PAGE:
Supreme Court of Canada
Smith, Schonbrun and Rauch v. The Queen,  S.C.R. 215
Ben Smith (Plaintiff) Appellant;
Her Majesty The Queen (Defendant) Respondent.
Stanley I. Schonbrun (Plaintiff) Appellant;
Her Majesty The Queen (Defendant) Respondent.
D. Charles Stuart (Plaintiff) Appellant;
Her Majesty The Queen (Defendant) Respondent.
Sol R. Rauch (Plaintiff) Appellant;
Her Majesty The Queen (Defendant) Respondent.
1961: October 5, 6, 10; 1961: December 12.
Present: Kerwin C.J. and Cartwright, Fauteux, Judson and Ritchie JJ.
ON APPEAL FROM THE COURT OF APPEAL FOR ONTARIO.
Criminal law—Theft—Essential elements—Accused charged with theft of cheque forged and issued against account of company controlled by accused—Series of fraudulent transactions culminating in issue of cheque—Whether cheque property of company—Whether company had special property or interest in cheque—Criminal Code, 1953-54 (Can.), c. 51, s. 269.
The appellants were convicted by a jury on a charge of stealing money and securities or other property or a valuable security to the value of $960,000 belonging to B Mines Ltd. By an elaborate fabrication, including the fabrication of minutes of meetings that never took place, the
forgery of a cheque in the name of the company by the appellants and the sale of shares without the knowledge of the optionee, the company was fraudulently deprived of $960,000 from its bank account. All documents purporting to be signed by the company were signed by two of the appellants representing themselves as president and treasurer and the corporate seal was used where necessary. The convictions were affirmed by the Court of Appeal, and the appellants obtained leave to appeal to this Court.
Held: The convictions should be quashed.
The real case for the Crown was that the appellants stole the cheque, but the verdict of the jury indicated that they were satisfied beyond a reasonable doubt that the cheque was an integral and necessary part of an elaborate scheme of fraud to which the appellants were parties and that none of the appellants could have thought that the company had given its consent.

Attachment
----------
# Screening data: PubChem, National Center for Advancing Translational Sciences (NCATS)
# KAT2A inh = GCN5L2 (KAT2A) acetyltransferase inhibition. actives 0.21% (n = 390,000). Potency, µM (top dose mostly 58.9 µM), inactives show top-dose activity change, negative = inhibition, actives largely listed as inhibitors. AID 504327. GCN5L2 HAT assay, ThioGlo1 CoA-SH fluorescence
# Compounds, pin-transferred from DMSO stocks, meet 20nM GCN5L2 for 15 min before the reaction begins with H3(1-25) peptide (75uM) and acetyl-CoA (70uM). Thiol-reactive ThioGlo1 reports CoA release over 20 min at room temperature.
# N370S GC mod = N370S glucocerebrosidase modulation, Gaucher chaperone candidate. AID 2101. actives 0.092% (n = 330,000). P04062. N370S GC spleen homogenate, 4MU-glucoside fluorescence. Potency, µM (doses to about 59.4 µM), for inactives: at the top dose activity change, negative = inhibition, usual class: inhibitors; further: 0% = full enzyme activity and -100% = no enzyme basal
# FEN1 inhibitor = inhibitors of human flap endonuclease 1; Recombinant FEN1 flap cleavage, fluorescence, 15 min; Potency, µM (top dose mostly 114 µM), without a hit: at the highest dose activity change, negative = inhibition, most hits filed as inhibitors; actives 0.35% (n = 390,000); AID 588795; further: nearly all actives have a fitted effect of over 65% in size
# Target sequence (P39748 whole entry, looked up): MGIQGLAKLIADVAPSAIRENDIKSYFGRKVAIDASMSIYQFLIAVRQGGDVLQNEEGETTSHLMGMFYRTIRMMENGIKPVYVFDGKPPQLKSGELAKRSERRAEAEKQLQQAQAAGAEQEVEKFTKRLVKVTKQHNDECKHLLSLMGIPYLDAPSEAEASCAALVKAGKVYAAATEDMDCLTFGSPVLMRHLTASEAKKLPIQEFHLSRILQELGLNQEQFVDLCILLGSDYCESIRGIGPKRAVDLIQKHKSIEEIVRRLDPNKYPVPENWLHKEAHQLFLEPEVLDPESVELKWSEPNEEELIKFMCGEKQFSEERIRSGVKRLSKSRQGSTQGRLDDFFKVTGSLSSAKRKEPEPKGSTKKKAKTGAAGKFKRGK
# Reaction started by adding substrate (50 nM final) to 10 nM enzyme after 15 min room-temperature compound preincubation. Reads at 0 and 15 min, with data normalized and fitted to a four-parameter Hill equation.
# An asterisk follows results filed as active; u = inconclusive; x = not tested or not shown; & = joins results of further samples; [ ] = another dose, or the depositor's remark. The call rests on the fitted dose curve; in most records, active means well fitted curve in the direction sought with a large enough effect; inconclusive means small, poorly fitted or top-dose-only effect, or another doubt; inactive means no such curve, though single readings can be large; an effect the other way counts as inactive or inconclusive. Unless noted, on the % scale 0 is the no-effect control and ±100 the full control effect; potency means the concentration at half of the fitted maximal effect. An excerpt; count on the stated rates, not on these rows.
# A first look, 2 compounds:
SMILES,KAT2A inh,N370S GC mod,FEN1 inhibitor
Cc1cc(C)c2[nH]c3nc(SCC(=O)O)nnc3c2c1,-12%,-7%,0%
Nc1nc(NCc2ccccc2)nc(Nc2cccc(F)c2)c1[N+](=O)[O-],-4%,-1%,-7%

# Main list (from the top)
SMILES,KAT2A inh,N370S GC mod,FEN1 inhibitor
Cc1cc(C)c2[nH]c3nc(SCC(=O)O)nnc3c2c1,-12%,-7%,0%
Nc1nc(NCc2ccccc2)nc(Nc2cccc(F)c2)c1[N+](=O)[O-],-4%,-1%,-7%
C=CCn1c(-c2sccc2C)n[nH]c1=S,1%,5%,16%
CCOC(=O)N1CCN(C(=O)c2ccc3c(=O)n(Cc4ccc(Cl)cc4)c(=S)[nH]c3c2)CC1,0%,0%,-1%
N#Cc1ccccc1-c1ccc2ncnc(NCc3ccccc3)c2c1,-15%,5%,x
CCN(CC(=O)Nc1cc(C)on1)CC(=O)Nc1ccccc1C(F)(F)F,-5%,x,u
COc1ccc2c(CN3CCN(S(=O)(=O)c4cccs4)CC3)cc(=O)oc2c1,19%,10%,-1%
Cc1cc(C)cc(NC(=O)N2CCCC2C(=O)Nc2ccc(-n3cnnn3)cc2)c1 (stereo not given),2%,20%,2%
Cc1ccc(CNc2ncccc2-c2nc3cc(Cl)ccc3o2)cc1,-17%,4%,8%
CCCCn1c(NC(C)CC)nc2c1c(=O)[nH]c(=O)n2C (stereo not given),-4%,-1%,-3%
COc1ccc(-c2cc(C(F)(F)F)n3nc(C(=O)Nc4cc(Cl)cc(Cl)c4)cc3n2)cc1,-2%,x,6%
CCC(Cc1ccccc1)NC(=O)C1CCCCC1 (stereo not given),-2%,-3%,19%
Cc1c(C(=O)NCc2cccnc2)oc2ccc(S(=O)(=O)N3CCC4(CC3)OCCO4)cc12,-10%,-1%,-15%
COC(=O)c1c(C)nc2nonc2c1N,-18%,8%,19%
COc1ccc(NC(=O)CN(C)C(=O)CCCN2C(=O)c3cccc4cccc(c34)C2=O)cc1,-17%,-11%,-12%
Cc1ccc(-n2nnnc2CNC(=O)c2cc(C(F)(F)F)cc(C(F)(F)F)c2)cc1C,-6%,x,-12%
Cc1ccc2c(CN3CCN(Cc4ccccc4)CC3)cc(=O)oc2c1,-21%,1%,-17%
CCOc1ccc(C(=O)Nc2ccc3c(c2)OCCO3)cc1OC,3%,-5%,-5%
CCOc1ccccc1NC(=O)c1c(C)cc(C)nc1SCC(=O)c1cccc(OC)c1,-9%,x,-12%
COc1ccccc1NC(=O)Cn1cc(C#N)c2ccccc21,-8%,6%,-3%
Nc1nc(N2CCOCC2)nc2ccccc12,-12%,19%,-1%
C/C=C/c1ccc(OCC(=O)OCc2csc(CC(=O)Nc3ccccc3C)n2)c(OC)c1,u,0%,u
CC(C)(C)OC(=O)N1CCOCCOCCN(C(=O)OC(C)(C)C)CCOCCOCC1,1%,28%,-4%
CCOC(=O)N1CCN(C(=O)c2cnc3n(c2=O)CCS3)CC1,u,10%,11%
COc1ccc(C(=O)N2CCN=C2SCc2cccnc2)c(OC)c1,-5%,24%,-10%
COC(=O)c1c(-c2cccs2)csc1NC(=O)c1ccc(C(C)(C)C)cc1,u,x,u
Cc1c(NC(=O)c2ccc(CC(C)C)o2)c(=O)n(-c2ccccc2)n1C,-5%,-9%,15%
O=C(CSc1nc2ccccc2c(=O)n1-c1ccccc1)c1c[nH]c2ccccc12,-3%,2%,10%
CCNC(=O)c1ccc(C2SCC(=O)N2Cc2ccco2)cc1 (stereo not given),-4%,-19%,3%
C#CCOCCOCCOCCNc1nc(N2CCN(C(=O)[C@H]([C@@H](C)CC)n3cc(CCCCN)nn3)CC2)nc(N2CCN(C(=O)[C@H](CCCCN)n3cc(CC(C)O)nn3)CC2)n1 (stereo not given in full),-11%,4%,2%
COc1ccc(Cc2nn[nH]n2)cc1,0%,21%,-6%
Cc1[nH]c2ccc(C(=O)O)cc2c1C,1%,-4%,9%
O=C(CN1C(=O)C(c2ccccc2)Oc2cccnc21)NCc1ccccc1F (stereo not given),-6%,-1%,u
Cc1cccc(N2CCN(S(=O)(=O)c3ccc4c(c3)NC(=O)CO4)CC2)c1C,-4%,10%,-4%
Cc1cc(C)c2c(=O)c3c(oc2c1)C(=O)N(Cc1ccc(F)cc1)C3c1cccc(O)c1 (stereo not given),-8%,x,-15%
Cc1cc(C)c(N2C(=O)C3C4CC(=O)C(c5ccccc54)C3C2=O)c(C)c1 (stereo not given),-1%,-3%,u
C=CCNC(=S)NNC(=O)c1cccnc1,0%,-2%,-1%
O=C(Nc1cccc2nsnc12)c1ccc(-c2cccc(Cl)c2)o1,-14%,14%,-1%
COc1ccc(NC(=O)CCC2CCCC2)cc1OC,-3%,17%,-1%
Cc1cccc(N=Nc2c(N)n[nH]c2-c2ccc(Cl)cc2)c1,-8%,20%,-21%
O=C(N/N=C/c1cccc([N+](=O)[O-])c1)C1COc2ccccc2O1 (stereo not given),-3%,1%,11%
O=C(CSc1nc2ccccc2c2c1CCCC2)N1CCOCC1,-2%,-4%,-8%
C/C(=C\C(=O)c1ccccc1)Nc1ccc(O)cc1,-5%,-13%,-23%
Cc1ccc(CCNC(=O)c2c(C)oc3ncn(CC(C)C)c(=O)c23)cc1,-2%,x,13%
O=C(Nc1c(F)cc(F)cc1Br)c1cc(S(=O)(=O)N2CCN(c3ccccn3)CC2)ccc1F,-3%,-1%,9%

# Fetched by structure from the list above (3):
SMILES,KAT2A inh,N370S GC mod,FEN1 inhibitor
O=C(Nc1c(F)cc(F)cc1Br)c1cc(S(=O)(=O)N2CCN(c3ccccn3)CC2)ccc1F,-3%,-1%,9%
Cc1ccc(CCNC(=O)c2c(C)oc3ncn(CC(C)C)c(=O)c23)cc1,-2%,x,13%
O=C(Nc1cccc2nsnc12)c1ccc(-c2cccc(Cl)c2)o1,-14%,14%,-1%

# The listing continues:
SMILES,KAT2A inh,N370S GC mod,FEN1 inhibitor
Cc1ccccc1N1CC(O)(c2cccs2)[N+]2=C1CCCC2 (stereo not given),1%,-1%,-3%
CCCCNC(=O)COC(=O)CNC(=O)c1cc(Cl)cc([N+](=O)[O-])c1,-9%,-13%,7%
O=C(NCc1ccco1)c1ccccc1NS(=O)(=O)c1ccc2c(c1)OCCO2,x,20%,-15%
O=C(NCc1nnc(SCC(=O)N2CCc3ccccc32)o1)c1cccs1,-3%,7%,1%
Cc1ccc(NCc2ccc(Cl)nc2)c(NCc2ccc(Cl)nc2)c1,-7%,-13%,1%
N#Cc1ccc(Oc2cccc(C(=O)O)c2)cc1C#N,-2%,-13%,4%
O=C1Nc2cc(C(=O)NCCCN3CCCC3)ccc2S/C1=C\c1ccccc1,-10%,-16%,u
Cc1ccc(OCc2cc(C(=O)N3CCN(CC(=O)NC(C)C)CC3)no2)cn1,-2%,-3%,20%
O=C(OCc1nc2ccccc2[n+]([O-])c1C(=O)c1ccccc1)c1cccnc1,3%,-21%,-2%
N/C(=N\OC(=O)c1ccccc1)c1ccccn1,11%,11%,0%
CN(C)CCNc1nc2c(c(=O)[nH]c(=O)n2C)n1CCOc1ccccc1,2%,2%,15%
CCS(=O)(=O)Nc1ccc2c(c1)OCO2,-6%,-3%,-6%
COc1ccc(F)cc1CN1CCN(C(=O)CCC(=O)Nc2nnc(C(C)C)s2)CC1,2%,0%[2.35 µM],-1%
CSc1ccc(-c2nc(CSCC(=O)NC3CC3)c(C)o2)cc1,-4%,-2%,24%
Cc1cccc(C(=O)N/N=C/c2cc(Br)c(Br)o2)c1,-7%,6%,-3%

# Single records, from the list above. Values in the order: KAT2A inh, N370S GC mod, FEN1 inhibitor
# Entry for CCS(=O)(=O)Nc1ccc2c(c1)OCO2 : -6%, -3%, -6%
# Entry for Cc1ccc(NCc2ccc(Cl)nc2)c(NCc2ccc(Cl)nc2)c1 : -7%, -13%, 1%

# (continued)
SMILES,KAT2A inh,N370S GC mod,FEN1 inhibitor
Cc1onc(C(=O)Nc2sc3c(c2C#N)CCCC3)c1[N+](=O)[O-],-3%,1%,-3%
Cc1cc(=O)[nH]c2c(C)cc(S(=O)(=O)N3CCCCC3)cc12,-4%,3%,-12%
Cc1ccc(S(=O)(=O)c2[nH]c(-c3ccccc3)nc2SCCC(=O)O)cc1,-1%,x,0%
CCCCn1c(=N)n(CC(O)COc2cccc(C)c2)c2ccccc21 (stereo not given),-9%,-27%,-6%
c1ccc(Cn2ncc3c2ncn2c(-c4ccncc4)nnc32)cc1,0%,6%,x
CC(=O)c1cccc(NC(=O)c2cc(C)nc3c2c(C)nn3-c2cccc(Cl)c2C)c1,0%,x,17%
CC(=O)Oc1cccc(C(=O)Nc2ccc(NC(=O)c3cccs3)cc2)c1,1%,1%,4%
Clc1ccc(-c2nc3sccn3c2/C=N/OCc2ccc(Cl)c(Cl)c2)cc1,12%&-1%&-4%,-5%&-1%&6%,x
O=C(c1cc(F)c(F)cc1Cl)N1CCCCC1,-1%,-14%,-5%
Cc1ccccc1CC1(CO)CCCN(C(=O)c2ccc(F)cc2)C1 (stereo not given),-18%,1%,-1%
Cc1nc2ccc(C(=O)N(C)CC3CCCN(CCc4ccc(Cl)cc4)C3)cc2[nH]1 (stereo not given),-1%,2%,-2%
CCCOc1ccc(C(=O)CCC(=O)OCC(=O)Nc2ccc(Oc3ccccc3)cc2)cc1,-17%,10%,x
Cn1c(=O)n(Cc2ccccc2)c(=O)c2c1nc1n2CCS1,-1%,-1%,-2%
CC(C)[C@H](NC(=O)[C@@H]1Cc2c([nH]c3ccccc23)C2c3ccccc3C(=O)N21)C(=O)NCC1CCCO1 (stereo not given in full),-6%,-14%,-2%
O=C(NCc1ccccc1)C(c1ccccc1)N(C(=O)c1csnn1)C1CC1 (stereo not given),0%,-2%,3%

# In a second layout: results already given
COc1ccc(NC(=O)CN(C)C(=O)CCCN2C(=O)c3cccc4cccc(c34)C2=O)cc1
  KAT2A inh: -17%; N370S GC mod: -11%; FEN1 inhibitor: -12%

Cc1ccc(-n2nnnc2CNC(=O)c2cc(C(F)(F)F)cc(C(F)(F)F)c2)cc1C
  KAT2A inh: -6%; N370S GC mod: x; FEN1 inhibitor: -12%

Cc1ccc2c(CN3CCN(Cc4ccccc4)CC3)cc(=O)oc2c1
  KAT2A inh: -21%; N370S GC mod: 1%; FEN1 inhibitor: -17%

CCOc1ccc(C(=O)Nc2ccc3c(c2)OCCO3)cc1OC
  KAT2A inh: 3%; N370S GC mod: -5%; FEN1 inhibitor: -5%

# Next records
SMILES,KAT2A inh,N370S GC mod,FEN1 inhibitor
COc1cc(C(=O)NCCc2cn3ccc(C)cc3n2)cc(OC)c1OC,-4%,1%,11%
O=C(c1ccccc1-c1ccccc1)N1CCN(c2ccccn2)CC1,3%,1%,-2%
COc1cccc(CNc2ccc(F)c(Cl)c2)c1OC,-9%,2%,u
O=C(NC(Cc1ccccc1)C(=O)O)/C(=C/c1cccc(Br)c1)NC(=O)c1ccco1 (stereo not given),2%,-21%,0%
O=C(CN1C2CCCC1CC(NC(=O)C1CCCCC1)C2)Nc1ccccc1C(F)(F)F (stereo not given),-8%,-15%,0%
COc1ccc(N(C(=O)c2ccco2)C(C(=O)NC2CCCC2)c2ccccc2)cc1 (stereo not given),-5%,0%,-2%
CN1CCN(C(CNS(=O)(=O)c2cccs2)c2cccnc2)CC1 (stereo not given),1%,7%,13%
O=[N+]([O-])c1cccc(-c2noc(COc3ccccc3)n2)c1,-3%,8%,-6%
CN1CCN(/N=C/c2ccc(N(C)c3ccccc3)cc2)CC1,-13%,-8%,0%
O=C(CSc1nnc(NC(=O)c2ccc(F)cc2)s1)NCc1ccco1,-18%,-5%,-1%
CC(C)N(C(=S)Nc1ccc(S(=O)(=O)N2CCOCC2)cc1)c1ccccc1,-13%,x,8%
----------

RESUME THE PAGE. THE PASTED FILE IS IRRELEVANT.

It was implicit in the findings of the jury that the cheque was a false document, known to be false by the parties to this scheme and made with the intent that it was to be used or acted upon as genuine to the prejudice of the company. On these findings the cheque was a forgery.
The company did not have any ownership or special property or interest in the cheque. The fact that the name of the company was fraudulently inscribed on the cheque, and that loss might result to the company, did not vest in the company any proprietary rights or special property or interest therein. It would be creating a new and strange mode of acquisition of property to hold that if A’s signature is forged by B on a document, A for that sole reason could as owner recover that document from B. Possession of the cheque was not at any material time that of the company. It was the possession of those who created it to defraud the company. Therefore the cheque could not have been stolen.
APPEALS from a judgment of the Court of Appeal for Ontario, affirming the appellants convictions on a charge of theft of a cheque. Appeals allowed.
G.A. Martin, Q.C., for the appellant Smith.
C.L. Dubin, Q.C., for the appellant Schonbrun.
G. McLean, for the appellant Stuart.
S.R. Ranch, in person.
Peter White, Q.C., and R. Shibley, for the respondent.
The judgment of the Court was delivered by
FAUTEUX J.:—Pursuant to leave granted by this Court, under s. 597(1) (b) Cr.C., the appellants appeal from a unanimous judgment of the Court of Appeal for Ontario1 dismissing an appeal from their conviction on the first of several counts contained in the indictment preferred against
them. The Crown had elected to proceed on this count. As amended at the close of the case for the prosecution, by the insertion of the words here italicized, this count reads as follows:
that Ben Smith, D. Charles Stuart, Stanley I. Schonbrun, Sol R. Rauch and Harold D. Rauch during the year 1957, at the City of Toronto in the County of York and elsewhere, did steal money and securities or other property or a valuable security to the value of $960,000 more or less, the property of Brilund Mines Limited, contrary to the Criminal Code.
The case for the Crown is not that these accused stole money or securities which were the property of Brilund Mines Limited. In essence, the case is that these appellants, by an elaborate fabrication, obtained for their own use and benefit the sum of $960,000 from the company’s bank account. Stuart obtained a blank cheque at the counter of the Bay Street Branch of the Imperial Bank in Toronto and filled in the body of the cheque, payable to his order, for $960,000. Schonbrun and Sol R. Rauch signed the cheque representing themselves on its face as president and treasurer of the company. On May 1, 1957, this cheque was deposited to the credit of Stuart’s bank account at the above-mentioned branch of the Imperial Bank. The real case for the Crown is that the appellants stole this cheque.